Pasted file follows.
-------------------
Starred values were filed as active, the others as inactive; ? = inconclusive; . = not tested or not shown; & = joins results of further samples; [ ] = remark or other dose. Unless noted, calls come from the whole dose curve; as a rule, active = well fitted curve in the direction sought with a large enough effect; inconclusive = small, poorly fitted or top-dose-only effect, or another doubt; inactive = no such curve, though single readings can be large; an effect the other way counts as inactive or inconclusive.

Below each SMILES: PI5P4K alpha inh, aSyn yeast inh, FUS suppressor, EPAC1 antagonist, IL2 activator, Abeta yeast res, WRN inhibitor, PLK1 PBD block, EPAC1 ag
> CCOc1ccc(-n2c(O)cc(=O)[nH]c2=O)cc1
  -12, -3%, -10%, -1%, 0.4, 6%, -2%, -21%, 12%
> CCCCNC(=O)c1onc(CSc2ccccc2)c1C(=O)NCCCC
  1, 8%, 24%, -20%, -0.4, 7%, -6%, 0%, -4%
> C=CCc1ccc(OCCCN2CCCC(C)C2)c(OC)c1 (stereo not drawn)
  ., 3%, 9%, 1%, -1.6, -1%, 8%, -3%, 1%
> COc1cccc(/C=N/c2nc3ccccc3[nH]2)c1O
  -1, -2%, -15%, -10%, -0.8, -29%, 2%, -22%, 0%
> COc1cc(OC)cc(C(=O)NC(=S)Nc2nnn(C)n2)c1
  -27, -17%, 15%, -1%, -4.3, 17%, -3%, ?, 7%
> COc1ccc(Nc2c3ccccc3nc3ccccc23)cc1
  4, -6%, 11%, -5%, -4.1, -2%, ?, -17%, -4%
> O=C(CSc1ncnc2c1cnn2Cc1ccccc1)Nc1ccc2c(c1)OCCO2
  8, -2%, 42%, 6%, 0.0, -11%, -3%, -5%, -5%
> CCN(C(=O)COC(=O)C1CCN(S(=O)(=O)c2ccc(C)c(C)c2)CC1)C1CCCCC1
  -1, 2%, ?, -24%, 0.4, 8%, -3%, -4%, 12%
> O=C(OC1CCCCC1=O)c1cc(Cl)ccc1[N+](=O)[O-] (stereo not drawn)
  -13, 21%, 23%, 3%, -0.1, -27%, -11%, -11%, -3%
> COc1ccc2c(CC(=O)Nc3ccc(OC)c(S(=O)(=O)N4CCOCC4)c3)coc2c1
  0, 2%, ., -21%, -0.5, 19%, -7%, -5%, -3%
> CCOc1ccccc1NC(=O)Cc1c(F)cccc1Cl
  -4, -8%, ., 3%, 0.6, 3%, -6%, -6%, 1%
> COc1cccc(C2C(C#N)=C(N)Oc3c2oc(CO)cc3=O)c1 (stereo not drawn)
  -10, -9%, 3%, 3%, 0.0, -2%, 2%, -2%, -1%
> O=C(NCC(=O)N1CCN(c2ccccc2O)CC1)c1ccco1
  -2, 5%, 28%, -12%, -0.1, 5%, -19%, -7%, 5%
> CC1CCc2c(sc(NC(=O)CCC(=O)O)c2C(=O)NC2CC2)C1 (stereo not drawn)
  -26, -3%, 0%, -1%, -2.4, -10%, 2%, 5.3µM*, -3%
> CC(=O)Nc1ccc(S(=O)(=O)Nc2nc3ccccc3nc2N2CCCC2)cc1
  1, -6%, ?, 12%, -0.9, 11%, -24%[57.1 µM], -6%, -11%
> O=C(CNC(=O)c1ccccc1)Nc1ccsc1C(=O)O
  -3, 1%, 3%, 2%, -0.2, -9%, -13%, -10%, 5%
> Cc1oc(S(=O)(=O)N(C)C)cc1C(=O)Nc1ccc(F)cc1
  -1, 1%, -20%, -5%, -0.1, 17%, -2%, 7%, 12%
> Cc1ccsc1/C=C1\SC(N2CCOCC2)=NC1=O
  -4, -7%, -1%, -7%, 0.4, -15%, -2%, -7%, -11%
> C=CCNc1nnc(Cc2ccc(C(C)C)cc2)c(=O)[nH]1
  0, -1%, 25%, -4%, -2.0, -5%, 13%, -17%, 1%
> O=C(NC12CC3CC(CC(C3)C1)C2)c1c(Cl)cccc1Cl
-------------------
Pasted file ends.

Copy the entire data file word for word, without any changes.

Starred values were filed as active, the others as inactive; ? = inconclusive; . = not tested or not shown; & = joins results of further samples; [ ] = remark or other dose. Unless noted, calls come from the whole dose curve; as a rule, active = well fitted curve in the direction sought with a large enough effect; inconclusive = small, poorly fitted or top-dose-only effect, or another doubt; inactive = no such curve, though single readings can be large; an effect the other way counts as inactive or inconclusive.

Below each SMILES: PI5P4K alpha inh, aSyn yeast inh, FUS suppressor, EPAC1 antagonist, IL2 activator, Abeta yeast res, WRN inhibitor, PLK1 PBD block, EPAC1 ag
> CCOc1ccc(-n2c(O)cc(=O)[nH]c2=O)cc1
  -12, -3%, -10%, -1%, 0.4, 6%, -2%, -21%, 12%
> CCCCNC(=O)c1onc(CSc2ccccc2)c1C(=O)NCCCC
  1, 8%, 24%, -20%, -0.4, 7%, -6%, 0%, -4%
> C=CCc1ccc(OCCCN2CCCC(C)C2)c(OC)c1 (stereo not drawn)
  ., 3%, 9%, 1%, -1.6, -1%, 8%, -3%, 1%
> COc1cccc(/C=N/c2nc3ccccc3[nH]2)c1O
  -1, -2%, -15%, -10%, -0.8, -29%, 2%, -22%, 0%
> COc1cc(OC)cc(C(=O)NC(=S)Nc2nnn(C)n2)c1
  -27, -17%, 15%, -1%, -4.3, 17%, -3%, ?, 7%
> COc1ccc(Nc2c3ccccc3nc3ccccc23)cc1
  4, -6%, 11%, -5%, -4.1, -2%, ?, -17%, -4%
> O=C(CSc1ncnc2c1cnn2Cc1ccccc1)Nc1ccc2c(c1)OCCO2
  8, -2%, 42%, 6%, 0.0, -11%, -3%, -5%, -5%
> CCN(C(=O)COC(=O)C1CCN(S(=O)(=O)c2ccc(C)c(C)c2)CC1)C1CCCCC1
  -1, 2%, ?, -24%, 0.4, 8%, -3%, -4%, 12%
> O=C(OC1CCCCC1=O)c1cc(Cl)ccc1[N+](=O)[O-] (stereo not drawn)
  -13, 21%, 23%, 3%, -0.1, -27%, -11%, -11%, -3%
> COc1ccc2c(CC(=O)Nc3ccc(OC)c(S(=O)(=O)N4CCOCC4)c3)coc2c1
  0, 2%, ., -21%, -0.5, 19%, -7%, -5%, -3%
> CCOc1ccccc1NC(=O)Cc1c(F)cccc1Cl
  -4, -8%, ., 3%, 0.6, 3%, -6%, -6%, 1%
> COc1cccc(C2C(C#N)=C(N)Oc3c2oc(CO)cc3=O)c1 (stereo not drawn)
  -10, -9%, 3%, 3%, 0.0, -2%, 2%, -2%, -1%
> O=C(NCC(=O)N1CCN(c2ccccc2O)CC1)c1ccco1
  -2, 5%, 28%, -12%, -0.1, 5%, -19%, -7%, 5%
> CC1CCc2c(sc(NC(=O)CCC(=O)O)c2C(=O)NC2CC2)C1 (stereo not drawn)
  -26, -3%, 0%, -1%, -2.4, -10%, 2%, 5.3µM*, -3%
> CC(=O)Nc1ccc(S(=O)(=O)Nc2nc3ccccc3nc2N2CCCC2)cc1
  1, -6%, ?, 12%, -0.9, 11%, -24%[57.1 µM], -6%, -11%
> O=C(CNC(=O)c1ccccc1)Nc1ccsc1C(=O)O
  -3, 1%, 3%, 2%, -0.2, -9%, -13%, -10%, 5%
> Cc1oc(S(=O)(=O)N(C)C)cc1C(=O)Nc1ccc(F)cc1
  -1, 1%, -20%, -5%, -0.1, 17%, -2%, 7%, 12%
> Cc1ccsc1/C=C1\SC(N2CCOCC2)=NC1=O
  -4, -7%, -1%, -7%, 0.4, -15%, -2%, -7%, -11%
> C=CCNc1nnc(Cc2ccc(C(C)C)cc2)c(=O)[nH]1
  0, -1%, 25%, -4%, -2.0, -5%, 13%, -17%, 1%
> O=C(NC12CC3CC(CC(C3)C1)C2)c1c(Cl)cccc1Cl